Thursday, April 28, 2016

The Sculpture Challenge continues...

Many 2nd graders have already started gluing their paper mache` projects after completing strong armatures made from cardboard scraps, newspaper, boxes, and masking tape. I am amazed at the innovation and designs many of these students developed with their own abilities! Check out some of the amazing examples below! See the original lesson explanations here and here.





Tuesday, April 19, 2016

Armatures and Paper Mache`

Students in 2nd grade are currently building armatures for their paper mache` animals. After looking at images of some of our favorite animals, each student chose one to study and draw using three dimensional geometric shapes. This is our plan for building our armature. We discussed various ways to build using paper towel and toilet paper tubes, as well as cardboard and newspaper. After completing their preliminary drawing, students may begin building with tape, tubes, newspaper and cardboard from supply boxes in the art room.
Once completed with the armature (the "bones" of our animal sculpture), students can begin the paper mache part. This can be incredibly messy, but most students thoroughly enjoy this step. Another discussion we have during construction of the armature is stability. We really want our animal to be able to stand on its own, so we need to work through any problems, such as the example below where the head is too heavy and the animal falls forward. Most everyone is ready for the glue step now.

Monday, April 4, 2016

It's Raining Origami Cats and Dogs Again!

I love introducing Kindergarten and first grade students to the art of origami. It not only exposes them to many folds, such as side to side and corner to corner, but introduces the class to a diverse culture and country and a great discussion on shape characteristics, such as a square having four corners and four sides while a triangle only has three corners and three sides. As tradition holds in my building, kindergarten students learn step by step how to fold a simple origami cat, which is also the exact same steps for the origami dog. The first day of class we discuss that the art of origami originates in Japan and locate Japan on the map in our classroom. I show the students the steps at the demonstration table. I then hand one square origami paper to each child and we walk through the steps together as a class. I walk around and check progress through each step. Lastly, I let each child pick their own color of origami paper and try it on their own. If they need help, they only need to raise their hands. Next class, students will choose which cat or dog head is the best and take the other one home. The origami cat or dog head kept in the classroom will be glued to a 12" x 18" drawing paper and students will add the body, legs, tail and any other details necessary for their cat or dog with pencil first, then oil pastel contour lines, and finally tempera paint cakes (similar to a watercolor resist) to fill. Here are the directions below for the origami cat and dog, if you would like to try it at home.  Look to Artsonia to see gallery examples from 2013. To see the step by step directions for the origami cat and dog, check out this previous link here.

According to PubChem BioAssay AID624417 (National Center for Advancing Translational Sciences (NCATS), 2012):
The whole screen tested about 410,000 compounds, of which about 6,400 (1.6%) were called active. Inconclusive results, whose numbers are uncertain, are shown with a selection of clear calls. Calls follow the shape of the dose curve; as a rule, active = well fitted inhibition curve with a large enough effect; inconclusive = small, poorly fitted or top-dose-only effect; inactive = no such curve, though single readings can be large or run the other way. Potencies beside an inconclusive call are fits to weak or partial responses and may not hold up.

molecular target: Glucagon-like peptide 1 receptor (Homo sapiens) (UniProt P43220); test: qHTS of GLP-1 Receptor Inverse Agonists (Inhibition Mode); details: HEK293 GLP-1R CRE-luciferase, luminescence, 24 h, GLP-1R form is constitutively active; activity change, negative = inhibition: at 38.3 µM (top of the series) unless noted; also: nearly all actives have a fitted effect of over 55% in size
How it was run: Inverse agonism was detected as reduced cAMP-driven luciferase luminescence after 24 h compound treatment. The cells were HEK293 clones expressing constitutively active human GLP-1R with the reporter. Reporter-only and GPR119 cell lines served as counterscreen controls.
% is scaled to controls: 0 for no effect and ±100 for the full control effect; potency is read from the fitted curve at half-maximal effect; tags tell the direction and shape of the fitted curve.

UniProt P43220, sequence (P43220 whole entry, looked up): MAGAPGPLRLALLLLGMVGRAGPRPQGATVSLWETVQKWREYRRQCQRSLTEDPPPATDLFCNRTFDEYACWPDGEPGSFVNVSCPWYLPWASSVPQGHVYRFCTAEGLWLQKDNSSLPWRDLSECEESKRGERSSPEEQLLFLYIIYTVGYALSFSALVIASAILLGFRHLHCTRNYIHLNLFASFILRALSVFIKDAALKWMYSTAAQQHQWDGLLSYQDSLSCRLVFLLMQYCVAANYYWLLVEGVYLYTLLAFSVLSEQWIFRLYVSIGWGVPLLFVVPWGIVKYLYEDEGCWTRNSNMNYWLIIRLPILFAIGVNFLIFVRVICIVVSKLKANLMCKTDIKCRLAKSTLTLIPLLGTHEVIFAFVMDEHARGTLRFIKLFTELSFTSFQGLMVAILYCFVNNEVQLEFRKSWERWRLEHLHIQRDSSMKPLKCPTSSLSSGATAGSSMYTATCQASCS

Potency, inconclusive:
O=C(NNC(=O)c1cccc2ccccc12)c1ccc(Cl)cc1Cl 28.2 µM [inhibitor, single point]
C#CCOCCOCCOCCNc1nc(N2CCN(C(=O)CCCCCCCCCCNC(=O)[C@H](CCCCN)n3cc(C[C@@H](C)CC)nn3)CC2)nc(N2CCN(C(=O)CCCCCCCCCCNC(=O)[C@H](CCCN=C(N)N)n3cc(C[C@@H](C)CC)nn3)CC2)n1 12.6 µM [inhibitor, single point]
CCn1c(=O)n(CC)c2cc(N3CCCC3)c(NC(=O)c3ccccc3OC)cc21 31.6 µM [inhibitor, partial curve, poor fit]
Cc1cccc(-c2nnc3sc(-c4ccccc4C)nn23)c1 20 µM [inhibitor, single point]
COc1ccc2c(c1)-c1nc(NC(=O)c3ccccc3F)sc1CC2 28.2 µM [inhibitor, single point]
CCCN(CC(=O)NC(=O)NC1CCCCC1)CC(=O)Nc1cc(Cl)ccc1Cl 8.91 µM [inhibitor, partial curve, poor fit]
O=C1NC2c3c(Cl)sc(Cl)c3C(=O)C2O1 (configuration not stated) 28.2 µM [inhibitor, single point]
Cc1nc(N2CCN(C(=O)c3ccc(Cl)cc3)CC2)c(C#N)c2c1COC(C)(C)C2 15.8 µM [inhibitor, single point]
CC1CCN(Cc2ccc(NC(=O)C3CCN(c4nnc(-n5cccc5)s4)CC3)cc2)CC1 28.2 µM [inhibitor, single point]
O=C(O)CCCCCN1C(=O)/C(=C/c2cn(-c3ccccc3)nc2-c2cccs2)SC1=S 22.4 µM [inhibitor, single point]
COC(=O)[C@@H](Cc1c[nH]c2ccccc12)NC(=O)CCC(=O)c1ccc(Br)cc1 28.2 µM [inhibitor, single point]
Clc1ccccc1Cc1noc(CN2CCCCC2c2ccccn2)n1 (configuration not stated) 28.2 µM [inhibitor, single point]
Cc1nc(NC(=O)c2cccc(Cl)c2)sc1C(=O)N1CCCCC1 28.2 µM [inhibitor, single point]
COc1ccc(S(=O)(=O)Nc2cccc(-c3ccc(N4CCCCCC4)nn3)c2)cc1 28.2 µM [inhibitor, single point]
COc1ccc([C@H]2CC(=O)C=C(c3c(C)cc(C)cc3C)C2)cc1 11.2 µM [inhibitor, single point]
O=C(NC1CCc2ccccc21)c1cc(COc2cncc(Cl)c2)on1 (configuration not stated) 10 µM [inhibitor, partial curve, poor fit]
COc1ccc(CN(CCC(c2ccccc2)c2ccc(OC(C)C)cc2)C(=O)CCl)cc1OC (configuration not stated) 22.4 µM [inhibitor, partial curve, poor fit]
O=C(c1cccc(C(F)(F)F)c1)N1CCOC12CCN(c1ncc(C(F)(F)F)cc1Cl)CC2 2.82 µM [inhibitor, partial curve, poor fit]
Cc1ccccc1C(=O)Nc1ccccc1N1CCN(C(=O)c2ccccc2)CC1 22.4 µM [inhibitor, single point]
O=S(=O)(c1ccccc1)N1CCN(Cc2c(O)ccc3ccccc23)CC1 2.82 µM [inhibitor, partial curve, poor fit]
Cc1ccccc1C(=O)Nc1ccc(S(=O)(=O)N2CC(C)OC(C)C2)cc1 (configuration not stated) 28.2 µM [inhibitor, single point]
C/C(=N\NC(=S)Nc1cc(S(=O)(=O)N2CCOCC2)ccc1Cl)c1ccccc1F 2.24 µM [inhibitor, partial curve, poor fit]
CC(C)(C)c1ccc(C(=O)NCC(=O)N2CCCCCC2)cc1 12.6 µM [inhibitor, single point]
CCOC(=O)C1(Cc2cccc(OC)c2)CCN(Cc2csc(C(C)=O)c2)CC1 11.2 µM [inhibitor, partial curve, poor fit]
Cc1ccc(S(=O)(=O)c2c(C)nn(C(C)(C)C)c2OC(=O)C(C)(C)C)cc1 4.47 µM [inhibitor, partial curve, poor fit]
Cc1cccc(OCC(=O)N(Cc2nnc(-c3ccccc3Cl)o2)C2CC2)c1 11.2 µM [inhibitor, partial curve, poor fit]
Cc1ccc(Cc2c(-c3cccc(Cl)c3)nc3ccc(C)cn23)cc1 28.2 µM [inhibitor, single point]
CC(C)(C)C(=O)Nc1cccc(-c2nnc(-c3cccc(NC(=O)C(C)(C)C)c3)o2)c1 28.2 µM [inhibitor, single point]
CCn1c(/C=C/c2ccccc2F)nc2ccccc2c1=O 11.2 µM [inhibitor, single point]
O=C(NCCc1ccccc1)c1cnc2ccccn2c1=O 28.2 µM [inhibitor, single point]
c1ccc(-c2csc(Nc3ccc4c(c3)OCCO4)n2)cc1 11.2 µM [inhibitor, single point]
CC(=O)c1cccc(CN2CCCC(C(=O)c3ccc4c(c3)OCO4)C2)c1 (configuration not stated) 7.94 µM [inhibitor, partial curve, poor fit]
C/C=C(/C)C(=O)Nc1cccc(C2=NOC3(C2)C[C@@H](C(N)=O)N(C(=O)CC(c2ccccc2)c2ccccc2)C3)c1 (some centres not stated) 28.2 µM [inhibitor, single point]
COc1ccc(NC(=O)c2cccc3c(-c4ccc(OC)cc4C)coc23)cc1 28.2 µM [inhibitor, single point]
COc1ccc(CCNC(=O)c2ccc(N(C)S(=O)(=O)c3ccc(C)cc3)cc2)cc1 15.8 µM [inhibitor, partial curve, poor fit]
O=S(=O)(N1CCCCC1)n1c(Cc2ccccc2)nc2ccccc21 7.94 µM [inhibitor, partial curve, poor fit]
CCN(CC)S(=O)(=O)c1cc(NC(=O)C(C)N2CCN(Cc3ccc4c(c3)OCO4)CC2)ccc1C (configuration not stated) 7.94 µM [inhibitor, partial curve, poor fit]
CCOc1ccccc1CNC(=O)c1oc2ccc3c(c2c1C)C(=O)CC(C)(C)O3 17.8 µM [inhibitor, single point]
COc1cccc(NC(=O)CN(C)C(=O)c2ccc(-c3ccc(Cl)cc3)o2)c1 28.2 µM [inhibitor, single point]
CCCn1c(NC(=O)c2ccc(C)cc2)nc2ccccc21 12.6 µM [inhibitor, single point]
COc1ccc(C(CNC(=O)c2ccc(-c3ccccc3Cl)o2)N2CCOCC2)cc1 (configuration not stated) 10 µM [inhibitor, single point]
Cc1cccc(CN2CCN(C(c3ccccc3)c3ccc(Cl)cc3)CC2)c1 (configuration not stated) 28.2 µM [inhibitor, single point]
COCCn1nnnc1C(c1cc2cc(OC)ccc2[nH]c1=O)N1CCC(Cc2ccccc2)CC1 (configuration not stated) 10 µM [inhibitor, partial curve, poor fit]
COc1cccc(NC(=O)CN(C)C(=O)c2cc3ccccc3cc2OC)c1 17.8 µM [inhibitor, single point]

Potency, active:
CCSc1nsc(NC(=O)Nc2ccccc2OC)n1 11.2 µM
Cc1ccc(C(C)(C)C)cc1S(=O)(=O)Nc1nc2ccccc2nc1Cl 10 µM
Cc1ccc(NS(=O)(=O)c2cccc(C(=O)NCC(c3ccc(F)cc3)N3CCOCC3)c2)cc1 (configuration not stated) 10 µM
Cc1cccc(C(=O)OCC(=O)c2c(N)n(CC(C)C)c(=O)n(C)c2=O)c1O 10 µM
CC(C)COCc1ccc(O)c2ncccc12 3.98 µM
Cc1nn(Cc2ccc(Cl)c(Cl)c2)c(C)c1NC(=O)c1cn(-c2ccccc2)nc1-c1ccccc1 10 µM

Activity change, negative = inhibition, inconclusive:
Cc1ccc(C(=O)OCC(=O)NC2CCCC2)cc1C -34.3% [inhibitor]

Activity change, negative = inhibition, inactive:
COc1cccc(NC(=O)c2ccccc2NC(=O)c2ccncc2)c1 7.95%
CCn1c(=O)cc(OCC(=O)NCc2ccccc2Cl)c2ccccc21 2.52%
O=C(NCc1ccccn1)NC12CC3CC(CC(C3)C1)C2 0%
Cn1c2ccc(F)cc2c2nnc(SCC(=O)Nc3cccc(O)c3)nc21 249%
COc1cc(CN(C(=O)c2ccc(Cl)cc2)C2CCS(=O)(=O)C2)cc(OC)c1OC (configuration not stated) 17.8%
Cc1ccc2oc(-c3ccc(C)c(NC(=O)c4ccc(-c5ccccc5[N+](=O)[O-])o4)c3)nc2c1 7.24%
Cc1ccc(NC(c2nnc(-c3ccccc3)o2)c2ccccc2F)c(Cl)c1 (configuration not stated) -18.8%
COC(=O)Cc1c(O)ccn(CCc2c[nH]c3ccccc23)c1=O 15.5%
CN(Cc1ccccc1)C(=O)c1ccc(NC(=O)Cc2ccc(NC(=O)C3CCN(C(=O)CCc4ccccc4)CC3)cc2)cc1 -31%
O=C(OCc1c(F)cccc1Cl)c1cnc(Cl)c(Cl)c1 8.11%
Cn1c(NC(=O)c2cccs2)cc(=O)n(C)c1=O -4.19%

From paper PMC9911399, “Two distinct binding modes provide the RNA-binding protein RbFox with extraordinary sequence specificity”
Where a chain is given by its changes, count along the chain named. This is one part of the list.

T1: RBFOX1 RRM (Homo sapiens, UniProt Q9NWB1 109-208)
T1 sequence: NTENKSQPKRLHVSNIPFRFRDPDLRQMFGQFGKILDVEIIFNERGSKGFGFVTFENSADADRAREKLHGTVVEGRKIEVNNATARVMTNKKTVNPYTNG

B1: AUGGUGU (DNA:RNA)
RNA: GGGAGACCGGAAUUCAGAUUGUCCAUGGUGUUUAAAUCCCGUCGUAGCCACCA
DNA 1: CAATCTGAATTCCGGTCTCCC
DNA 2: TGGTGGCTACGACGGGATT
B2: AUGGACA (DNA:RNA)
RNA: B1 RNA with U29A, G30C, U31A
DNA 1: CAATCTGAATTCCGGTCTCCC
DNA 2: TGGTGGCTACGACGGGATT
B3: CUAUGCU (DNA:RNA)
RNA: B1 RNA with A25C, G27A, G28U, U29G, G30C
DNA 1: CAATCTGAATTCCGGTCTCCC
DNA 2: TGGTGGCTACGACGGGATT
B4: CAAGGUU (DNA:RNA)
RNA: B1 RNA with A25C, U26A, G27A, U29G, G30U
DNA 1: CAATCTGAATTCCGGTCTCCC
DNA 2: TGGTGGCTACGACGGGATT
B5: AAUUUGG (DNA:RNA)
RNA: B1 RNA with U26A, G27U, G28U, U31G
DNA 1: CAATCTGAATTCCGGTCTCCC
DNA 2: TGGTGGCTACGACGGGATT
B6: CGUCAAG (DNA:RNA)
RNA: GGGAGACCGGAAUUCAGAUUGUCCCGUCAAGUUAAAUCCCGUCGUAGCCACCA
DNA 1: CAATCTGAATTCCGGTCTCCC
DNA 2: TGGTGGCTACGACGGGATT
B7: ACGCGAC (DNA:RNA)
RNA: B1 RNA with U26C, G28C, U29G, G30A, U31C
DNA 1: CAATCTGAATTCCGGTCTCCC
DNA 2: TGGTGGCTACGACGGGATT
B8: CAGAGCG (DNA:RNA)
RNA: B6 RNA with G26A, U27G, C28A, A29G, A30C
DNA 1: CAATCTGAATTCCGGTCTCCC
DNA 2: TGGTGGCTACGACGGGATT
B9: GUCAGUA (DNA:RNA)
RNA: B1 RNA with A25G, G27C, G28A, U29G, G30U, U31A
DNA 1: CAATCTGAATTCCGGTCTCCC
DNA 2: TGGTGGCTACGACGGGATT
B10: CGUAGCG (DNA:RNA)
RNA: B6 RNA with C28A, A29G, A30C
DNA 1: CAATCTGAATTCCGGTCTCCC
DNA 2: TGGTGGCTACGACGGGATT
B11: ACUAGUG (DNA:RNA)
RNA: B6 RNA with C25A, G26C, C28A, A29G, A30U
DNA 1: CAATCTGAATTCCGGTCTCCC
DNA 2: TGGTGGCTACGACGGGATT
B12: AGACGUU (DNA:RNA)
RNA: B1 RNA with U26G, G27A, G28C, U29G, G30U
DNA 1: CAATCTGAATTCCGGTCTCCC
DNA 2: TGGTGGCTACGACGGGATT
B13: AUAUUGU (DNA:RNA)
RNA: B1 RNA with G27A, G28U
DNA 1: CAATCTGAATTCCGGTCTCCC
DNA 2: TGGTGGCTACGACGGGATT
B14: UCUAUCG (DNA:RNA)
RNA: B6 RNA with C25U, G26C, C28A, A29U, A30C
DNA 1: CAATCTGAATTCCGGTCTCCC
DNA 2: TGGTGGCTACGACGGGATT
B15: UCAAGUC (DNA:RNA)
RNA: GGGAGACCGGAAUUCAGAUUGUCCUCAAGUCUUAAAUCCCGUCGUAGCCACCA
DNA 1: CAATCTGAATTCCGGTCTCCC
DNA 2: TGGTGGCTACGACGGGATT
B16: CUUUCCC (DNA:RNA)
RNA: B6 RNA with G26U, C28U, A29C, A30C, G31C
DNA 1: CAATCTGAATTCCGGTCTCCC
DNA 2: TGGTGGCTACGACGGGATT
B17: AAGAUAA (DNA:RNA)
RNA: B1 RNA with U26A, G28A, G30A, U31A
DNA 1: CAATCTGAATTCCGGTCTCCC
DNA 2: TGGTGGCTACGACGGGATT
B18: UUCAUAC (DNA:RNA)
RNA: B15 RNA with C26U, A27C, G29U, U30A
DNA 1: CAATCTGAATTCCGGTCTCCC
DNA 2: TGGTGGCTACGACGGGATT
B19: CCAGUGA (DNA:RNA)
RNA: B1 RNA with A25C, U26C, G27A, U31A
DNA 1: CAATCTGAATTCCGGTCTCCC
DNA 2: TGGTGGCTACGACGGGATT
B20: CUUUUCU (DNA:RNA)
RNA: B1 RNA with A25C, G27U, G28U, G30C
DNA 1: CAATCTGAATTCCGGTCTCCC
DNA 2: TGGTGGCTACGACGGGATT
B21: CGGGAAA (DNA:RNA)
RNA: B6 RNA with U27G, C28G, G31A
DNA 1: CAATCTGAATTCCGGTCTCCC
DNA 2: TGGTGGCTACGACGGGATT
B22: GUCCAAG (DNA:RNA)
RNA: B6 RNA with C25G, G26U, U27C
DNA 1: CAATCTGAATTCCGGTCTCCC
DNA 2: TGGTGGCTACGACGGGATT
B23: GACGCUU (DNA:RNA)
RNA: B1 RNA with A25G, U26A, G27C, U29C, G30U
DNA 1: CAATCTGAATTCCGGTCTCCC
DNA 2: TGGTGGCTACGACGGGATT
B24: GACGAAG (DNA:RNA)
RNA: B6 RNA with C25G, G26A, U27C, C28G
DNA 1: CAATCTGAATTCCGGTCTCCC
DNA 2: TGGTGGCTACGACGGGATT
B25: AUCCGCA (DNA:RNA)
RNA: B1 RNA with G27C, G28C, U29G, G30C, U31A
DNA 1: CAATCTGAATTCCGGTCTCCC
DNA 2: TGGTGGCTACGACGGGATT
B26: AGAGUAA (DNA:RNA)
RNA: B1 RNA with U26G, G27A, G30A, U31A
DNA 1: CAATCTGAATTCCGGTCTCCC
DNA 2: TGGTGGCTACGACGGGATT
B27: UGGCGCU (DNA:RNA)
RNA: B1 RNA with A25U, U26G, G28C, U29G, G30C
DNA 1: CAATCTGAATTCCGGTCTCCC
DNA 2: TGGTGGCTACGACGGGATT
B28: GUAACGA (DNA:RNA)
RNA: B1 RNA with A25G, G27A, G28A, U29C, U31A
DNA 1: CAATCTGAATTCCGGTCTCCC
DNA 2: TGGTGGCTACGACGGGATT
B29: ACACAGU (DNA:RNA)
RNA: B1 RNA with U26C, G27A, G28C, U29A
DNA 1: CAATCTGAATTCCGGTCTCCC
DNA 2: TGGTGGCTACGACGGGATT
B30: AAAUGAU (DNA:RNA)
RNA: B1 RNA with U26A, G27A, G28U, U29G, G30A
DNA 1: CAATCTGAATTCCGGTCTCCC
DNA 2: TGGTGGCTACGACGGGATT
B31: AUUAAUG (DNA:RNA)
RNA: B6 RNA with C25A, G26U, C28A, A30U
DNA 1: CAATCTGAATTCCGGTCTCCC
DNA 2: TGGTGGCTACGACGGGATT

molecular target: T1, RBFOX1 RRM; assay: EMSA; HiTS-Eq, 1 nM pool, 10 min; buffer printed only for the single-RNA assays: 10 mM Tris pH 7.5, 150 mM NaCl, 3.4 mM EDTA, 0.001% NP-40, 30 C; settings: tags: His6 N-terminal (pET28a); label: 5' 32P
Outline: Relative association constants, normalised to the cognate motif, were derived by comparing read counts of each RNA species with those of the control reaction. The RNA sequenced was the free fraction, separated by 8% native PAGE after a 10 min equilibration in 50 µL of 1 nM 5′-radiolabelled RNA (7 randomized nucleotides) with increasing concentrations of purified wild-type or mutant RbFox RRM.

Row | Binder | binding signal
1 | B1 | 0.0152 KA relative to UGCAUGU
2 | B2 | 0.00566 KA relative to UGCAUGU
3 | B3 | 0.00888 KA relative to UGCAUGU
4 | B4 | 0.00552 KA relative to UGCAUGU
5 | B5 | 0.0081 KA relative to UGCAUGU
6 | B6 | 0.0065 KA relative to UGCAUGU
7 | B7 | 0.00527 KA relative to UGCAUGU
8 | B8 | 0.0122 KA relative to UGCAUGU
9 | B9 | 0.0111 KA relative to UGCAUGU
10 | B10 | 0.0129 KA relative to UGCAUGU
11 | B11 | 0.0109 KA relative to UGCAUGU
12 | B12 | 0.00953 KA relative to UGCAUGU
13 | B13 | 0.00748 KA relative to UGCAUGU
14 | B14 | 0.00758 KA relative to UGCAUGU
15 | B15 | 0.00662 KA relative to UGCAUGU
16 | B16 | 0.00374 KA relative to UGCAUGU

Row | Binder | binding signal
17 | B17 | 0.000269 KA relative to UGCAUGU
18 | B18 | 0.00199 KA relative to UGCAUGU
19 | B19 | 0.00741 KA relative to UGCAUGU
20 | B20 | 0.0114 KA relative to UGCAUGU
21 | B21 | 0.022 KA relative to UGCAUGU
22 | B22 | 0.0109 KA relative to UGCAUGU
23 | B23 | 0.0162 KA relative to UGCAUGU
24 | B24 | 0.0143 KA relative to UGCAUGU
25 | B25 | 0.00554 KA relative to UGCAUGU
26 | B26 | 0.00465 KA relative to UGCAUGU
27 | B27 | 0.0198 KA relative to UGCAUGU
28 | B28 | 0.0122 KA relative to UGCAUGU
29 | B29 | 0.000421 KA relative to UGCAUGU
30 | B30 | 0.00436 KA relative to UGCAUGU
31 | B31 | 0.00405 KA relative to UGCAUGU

Tuesday, March 29, 2016

Aliens in the Art Room

For the last two weeks, 2nd graders have been experimenting with animation in the art room. The first project focused on flip books creating a ball bouncing, a stick figure moving, and a free choice flip book animation. Now, students are using the Doink Animation App on the iPads to create a running alien in four poses. The idea for this project is not originally mine but from Tricia Fuglestad, an elementary art teacher at Dryden Elementary in Arlington Heights, Illinois.


Tricia Fuglestad's blog, Dryden Elementary Art Website

 File provided by Tricia Fuglestad on her blog.
Using the Doink iPad Animation App, 2nd graders drew an original alien in four sequential poses to create the illusion that it is running. Once completed with four poses, students added the alien to a composition of a photo from the art room to give the illusion that the alien is entering from the left and exiting to the right of the photo and running rampant within our art room!


Composition directions for Alien running loose in the Art Room.
Once students are finished with their alien running in the art room, they may make a 2nd composition within DOINK and play and animate their own items within the app using the cloud feature.